SoundCloud is testing a TikTok-like feed for music discovery
A lot of music streaming services and discovery apps have adopted a formula for introducing new artists and songs to their users: an AI-powered vertical feed that highlights samples of songs. The newest application to test out this function is SoundCloud.
With a small sample size, the company is testing a vertical feed discovery function on both its iOS and Android apps. Those that are a part of this test will notice a new “Explore” page under the Feed tab and a “Following” page. Up until this point, the tab only displayed reposts from friends and new tracks from artists you were following.
According to SoundCloud, songs will be displayed on the Explore tab “based on your listening history and musical preferences.” The app will also display a statement describing the rationale behind a certain music appearing in your recommendations. These subheadings will read “Because you like A” or “Because you follow A.”
A significant change is that SoundCloud is introducing 30-second previews on both the Explore and Following tabs. Musicians can choose their own footage to spotlight or use Musiio’s AI technology, which SoundCloud purchased last year to enhance discovery.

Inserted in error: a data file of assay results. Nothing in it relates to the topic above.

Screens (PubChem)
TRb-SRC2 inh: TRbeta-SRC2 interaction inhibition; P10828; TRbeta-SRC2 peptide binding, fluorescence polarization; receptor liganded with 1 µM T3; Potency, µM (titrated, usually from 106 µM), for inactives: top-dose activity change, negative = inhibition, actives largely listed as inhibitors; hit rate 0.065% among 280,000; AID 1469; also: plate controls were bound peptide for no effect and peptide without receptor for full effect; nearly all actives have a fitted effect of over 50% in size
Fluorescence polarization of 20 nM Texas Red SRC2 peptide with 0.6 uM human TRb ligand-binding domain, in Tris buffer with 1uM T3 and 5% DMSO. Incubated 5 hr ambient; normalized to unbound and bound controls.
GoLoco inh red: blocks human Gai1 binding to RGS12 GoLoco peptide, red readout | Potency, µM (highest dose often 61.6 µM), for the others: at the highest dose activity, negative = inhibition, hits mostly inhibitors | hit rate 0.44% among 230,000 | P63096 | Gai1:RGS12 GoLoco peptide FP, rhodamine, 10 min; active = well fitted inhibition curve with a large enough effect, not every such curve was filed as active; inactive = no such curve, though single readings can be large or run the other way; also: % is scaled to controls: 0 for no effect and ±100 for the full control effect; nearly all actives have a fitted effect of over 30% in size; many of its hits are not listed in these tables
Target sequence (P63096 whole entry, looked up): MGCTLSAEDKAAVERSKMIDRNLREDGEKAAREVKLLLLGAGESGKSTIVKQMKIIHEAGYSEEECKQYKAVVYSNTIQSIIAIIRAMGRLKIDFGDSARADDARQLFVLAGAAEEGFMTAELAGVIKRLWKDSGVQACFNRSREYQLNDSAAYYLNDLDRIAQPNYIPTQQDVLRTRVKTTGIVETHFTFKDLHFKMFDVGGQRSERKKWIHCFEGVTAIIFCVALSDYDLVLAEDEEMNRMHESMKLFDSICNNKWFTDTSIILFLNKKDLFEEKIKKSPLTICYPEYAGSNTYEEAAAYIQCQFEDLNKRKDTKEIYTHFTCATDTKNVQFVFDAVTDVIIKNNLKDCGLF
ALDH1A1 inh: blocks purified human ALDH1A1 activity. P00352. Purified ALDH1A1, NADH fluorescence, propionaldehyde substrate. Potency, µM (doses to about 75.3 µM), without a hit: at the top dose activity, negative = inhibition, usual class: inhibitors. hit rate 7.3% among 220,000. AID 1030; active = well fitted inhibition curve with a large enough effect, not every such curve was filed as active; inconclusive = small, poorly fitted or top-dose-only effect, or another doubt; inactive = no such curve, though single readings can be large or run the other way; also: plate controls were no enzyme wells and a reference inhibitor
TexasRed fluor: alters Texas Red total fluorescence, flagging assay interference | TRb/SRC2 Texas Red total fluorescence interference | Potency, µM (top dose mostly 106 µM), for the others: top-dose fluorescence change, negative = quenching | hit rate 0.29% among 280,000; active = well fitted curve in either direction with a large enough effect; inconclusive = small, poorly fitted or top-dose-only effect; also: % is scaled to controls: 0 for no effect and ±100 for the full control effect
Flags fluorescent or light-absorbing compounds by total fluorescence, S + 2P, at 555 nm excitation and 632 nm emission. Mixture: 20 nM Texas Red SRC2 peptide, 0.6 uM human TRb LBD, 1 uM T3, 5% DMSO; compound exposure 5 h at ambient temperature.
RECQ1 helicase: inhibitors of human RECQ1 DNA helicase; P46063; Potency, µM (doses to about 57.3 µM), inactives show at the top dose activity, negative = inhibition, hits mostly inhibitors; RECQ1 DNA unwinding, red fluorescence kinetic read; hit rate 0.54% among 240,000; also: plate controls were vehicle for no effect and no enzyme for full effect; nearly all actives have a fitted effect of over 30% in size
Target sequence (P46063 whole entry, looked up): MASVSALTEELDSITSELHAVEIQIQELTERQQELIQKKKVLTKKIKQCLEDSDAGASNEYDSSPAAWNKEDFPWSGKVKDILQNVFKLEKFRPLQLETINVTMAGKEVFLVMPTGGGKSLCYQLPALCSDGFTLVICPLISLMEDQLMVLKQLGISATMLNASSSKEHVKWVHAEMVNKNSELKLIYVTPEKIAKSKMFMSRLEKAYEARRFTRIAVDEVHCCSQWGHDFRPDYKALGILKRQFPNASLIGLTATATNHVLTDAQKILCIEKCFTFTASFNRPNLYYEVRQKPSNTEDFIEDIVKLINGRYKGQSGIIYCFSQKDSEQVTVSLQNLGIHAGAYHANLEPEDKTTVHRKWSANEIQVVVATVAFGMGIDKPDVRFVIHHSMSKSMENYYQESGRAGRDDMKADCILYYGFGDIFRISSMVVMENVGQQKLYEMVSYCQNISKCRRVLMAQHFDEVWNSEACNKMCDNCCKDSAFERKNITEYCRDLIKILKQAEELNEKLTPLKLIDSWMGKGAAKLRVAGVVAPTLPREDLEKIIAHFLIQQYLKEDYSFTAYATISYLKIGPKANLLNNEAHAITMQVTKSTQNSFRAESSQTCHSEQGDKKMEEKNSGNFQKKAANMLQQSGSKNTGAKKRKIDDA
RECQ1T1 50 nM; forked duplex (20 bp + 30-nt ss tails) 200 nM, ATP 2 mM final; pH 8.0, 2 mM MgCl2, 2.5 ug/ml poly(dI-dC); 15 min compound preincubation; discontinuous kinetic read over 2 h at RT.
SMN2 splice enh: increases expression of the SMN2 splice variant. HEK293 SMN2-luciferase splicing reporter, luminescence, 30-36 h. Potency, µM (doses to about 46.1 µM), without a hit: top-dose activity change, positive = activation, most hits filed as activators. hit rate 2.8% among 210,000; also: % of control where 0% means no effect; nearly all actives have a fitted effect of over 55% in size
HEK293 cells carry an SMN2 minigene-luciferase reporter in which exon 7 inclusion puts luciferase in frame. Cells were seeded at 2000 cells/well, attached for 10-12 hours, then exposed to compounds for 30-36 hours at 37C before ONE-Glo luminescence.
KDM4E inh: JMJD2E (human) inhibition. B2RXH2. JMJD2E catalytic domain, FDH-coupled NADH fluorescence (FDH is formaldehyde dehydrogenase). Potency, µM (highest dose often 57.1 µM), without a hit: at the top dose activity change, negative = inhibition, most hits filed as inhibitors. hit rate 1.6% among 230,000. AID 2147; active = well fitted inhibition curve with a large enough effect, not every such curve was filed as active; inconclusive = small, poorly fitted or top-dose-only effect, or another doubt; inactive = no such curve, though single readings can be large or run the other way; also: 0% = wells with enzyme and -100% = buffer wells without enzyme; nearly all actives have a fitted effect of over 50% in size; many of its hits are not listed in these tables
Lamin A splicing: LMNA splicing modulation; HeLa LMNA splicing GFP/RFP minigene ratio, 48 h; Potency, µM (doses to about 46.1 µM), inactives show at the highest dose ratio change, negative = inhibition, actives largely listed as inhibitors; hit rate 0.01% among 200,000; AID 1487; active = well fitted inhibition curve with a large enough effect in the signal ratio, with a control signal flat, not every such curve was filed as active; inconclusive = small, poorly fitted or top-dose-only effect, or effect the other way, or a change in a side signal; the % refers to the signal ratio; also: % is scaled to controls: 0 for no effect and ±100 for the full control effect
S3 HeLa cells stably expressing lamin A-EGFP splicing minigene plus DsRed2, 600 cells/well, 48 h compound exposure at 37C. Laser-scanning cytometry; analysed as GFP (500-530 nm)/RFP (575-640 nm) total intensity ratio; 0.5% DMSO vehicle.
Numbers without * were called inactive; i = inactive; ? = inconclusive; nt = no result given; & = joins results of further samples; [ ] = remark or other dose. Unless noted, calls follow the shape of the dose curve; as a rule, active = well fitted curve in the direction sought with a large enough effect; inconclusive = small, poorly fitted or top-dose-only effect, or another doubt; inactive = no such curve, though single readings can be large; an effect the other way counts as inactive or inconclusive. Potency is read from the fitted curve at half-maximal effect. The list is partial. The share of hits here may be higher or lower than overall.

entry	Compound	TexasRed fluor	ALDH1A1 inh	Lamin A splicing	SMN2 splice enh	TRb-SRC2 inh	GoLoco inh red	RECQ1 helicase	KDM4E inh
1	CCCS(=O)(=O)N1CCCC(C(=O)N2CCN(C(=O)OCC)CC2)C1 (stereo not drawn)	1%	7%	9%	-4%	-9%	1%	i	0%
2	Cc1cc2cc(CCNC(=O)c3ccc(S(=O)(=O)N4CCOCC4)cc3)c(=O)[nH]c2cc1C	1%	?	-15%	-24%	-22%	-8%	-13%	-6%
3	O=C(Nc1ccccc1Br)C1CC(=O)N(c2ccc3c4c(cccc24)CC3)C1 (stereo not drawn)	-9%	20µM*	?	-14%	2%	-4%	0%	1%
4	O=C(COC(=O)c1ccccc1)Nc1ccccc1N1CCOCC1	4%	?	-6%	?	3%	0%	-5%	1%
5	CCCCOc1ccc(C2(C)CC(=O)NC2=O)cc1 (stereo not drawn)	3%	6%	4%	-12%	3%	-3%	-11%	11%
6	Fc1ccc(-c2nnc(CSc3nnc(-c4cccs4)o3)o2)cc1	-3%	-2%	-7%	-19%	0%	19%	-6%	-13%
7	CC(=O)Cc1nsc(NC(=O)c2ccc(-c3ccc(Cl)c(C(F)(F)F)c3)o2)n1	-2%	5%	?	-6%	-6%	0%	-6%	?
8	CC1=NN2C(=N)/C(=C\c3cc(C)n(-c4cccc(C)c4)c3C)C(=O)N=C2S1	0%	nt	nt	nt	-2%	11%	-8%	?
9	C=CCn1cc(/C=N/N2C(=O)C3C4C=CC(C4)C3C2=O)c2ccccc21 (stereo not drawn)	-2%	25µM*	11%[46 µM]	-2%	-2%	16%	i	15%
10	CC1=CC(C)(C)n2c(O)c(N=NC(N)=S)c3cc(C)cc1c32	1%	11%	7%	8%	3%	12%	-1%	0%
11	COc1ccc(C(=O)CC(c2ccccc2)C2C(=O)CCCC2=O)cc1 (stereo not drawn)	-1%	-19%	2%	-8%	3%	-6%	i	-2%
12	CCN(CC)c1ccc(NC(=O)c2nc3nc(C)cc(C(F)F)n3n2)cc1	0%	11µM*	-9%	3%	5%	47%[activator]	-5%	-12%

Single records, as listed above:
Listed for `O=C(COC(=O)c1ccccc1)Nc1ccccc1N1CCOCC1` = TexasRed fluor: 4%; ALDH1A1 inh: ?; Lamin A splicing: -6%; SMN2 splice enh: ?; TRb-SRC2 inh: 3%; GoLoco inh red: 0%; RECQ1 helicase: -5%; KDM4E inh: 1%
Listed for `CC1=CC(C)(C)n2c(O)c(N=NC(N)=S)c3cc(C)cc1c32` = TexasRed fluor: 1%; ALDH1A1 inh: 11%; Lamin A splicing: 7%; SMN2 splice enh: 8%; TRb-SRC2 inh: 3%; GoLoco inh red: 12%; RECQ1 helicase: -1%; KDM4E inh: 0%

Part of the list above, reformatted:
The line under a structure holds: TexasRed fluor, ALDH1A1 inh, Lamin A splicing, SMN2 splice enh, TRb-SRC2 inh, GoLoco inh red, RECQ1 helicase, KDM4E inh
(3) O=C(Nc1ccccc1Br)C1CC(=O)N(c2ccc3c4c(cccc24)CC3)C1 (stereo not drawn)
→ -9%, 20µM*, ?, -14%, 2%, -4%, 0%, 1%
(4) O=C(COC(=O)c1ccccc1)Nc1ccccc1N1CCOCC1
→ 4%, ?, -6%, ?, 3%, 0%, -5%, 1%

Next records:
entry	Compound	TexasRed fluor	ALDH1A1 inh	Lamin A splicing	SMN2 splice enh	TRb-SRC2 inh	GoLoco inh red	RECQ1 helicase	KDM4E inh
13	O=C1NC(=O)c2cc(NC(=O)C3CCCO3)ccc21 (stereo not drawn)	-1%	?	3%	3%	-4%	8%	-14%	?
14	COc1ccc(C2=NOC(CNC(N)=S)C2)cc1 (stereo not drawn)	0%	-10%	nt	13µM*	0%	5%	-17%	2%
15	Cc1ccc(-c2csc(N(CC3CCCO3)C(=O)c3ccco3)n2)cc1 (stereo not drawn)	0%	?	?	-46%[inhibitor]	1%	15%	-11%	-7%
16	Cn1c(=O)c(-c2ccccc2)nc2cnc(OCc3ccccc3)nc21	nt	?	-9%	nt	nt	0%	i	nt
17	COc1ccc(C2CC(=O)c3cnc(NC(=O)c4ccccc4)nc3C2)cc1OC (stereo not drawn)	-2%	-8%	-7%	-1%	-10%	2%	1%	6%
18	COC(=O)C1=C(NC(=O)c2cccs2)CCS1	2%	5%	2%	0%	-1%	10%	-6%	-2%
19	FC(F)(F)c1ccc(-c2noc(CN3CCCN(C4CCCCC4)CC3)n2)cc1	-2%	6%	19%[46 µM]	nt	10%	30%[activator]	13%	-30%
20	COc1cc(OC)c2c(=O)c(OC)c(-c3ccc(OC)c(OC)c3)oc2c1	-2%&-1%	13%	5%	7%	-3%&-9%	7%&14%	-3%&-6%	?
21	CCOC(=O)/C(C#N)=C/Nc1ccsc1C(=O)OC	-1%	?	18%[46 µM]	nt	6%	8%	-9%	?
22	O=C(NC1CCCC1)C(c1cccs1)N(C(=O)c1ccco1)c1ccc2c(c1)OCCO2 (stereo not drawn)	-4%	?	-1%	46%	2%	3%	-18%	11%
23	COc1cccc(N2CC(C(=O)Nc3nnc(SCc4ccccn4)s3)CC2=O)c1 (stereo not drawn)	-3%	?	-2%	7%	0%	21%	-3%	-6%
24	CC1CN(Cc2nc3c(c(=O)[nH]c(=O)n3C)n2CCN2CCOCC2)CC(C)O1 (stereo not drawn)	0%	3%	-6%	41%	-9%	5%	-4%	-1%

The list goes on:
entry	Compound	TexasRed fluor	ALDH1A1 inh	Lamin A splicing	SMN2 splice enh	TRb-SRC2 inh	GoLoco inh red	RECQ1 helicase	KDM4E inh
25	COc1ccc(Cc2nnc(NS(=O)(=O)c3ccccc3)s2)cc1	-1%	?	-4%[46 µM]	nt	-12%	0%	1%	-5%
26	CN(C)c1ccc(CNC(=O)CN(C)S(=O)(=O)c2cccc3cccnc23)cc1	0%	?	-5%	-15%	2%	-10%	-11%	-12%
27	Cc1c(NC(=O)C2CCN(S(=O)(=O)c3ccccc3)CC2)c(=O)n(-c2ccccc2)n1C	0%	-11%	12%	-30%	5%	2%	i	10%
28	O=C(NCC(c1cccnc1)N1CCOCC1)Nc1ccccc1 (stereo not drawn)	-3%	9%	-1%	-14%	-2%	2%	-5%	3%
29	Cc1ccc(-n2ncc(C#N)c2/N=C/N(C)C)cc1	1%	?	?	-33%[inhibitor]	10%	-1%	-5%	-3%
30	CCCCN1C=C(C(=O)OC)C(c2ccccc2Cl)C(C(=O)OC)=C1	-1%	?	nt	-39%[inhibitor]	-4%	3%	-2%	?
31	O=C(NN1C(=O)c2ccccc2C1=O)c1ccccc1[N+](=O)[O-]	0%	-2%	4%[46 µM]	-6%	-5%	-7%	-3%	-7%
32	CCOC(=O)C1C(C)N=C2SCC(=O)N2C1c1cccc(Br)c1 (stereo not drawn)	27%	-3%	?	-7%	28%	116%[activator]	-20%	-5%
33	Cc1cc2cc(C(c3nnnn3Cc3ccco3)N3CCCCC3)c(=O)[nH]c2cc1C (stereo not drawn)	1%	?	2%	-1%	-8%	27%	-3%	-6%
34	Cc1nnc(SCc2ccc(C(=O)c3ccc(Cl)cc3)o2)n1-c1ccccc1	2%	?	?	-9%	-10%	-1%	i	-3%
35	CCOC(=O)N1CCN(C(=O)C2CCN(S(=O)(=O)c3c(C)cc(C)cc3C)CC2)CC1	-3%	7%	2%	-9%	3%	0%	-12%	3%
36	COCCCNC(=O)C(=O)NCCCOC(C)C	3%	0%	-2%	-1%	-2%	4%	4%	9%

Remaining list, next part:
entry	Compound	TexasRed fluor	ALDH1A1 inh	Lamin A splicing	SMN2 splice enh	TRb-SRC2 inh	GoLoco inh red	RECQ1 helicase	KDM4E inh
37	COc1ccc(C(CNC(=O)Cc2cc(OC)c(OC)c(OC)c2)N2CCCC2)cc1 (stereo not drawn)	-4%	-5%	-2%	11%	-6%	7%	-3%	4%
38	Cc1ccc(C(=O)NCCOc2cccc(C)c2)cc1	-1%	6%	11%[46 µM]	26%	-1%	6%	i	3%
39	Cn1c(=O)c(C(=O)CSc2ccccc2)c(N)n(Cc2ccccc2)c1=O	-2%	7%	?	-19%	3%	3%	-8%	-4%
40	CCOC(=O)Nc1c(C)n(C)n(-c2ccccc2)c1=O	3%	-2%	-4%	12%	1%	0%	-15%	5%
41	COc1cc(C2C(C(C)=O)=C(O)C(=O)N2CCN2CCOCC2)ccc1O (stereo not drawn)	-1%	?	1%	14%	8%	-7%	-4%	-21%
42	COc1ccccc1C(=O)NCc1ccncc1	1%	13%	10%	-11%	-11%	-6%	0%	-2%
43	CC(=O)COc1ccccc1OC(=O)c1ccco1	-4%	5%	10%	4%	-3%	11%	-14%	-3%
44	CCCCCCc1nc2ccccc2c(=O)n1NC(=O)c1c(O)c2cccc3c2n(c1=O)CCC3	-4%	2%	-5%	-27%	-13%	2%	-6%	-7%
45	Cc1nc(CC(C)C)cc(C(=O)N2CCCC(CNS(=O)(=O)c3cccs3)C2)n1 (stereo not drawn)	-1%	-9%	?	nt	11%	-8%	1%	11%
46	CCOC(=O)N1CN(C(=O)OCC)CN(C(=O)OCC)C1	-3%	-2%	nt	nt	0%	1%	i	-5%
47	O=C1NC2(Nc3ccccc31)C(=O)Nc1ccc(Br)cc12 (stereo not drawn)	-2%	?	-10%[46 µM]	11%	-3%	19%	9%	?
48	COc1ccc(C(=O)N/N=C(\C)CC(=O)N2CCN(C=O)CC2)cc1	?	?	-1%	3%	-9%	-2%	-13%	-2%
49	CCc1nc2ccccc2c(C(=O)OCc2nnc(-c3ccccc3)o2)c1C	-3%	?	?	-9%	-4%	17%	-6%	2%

Many sites are now taking some inspiration from the vertical feed technique given how TikTok and short videos have helped to discover new artists. Although it has been in testing for a while, Spotify hasn’t yet fully implemented it. Resso, a ByteDance-owned company with operations in India, Brazil, and Indonesia, uses a vertical feed but requires that you listen to entire songs rather than just snippets of them. In order to assist users in discovering new tracks, other music discovery applications like Smores and HotDrop have also used a combination of AI and brief clips.
In order to promote discovery, SoundCloud intends to be the first significant platform to include all these elements. How many listeners visit the platform each month was not made clear by the corporation. SoundCloud claimed to have 130 million “engaged fans” in a recent blog post. The business also claimed to house over 320 million pieces of music from over 40 million producers.
Due to “a significant company restructuring and the adverse economic and financial environment,” the streaming service cut 20% of its staff last August. The business recently established fan-powered royalty systems that allow lesser-known musicians to profit from user subscriptions or ad income only based on artists they listen to.